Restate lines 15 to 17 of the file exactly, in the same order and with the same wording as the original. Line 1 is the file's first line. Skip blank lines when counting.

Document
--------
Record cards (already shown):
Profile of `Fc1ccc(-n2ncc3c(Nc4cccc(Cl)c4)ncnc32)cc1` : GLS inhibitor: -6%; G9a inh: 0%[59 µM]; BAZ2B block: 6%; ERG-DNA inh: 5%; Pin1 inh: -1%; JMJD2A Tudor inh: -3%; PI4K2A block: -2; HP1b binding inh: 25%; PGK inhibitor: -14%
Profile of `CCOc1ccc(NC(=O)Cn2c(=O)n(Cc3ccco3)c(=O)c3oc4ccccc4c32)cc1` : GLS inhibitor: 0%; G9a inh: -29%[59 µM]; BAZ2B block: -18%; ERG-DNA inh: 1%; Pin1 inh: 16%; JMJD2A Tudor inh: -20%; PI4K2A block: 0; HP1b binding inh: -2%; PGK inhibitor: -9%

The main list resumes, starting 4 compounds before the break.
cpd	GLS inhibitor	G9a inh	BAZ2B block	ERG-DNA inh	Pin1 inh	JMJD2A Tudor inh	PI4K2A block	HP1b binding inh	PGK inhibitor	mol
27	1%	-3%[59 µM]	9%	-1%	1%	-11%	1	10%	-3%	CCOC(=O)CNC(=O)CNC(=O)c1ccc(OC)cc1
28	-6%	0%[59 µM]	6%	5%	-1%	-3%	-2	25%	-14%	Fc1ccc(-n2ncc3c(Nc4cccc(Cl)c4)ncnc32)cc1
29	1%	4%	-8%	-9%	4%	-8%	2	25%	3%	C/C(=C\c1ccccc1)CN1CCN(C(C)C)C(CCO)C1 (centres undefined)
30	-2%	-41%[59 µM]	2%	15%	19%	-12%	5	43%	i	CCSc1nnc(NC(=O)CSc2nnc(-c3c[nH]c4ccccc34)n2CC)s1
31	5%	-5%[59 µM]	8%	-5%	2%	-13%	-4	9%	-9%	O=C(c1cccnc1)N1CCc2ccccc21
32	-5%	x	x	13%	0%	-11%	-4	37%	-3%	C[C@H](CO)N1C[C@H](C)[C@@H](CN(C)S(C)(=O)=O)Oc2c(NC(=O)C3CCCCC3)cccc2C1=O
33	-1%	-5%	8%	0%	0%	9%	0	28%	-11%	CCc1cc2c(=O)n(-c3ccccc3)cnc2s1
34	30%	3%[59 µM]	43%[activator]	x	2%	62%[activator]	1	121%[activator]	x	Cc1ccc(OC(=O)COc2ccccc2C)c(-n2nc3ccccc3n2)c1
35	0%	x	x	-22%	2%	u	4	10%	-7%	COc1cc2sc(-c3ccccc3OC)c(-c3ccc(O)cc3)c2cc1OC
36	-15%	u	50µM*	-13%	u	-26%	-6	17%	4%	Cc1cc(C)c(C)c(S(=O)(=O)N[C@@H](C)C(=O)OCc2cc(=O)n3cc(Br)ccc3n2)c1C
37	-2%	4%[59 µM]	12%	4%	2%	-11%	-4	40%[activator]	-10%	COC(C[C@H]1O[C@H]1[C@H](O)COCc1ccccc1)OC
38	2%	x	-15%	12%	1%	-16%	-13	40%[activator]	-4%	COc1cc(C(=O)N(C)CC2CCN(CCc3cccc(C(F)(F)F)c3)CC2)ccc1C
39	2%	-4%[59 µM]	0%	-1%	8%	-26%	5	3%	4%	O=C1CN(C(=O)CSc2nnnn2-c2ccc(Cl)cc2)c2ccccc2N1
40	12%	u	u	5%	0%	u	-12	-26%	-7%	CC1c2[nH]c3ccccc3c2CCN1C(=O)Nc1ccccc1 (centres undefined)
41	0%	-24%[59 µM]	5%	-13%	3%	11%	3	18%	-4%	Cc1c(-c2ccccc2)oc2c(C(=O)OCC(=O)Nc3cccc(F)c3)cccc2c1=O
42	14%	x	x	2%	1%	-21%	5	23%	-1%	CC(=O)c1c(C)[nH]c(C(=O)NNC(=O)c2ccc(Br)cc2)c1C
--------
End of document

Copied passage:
36	-15%	u	50µM*	-13%	u	-26%	-6	17%	4%	Cc1cc(C)c(C)c(S(=O)(=O)N[C@@H](C)C(=O)OCc2cc(=O)n3cc(Br)ccc3n2)c1C
37	-2%	4%[59 µM]	12%	4%	2%	-11%	-4	40%[activator]	-10%	COC(C[C@H]1O[C@H]1[C@H](O)COCc1ccccc1)OC
38	2%	x	-15%	12%	1%	-16%	-13	40%[activator]	-4%	COc1cc(C(=O)N(C)CC2CCN(CCc3cccc(C(F)(F)F)c3)CC2)ccc1C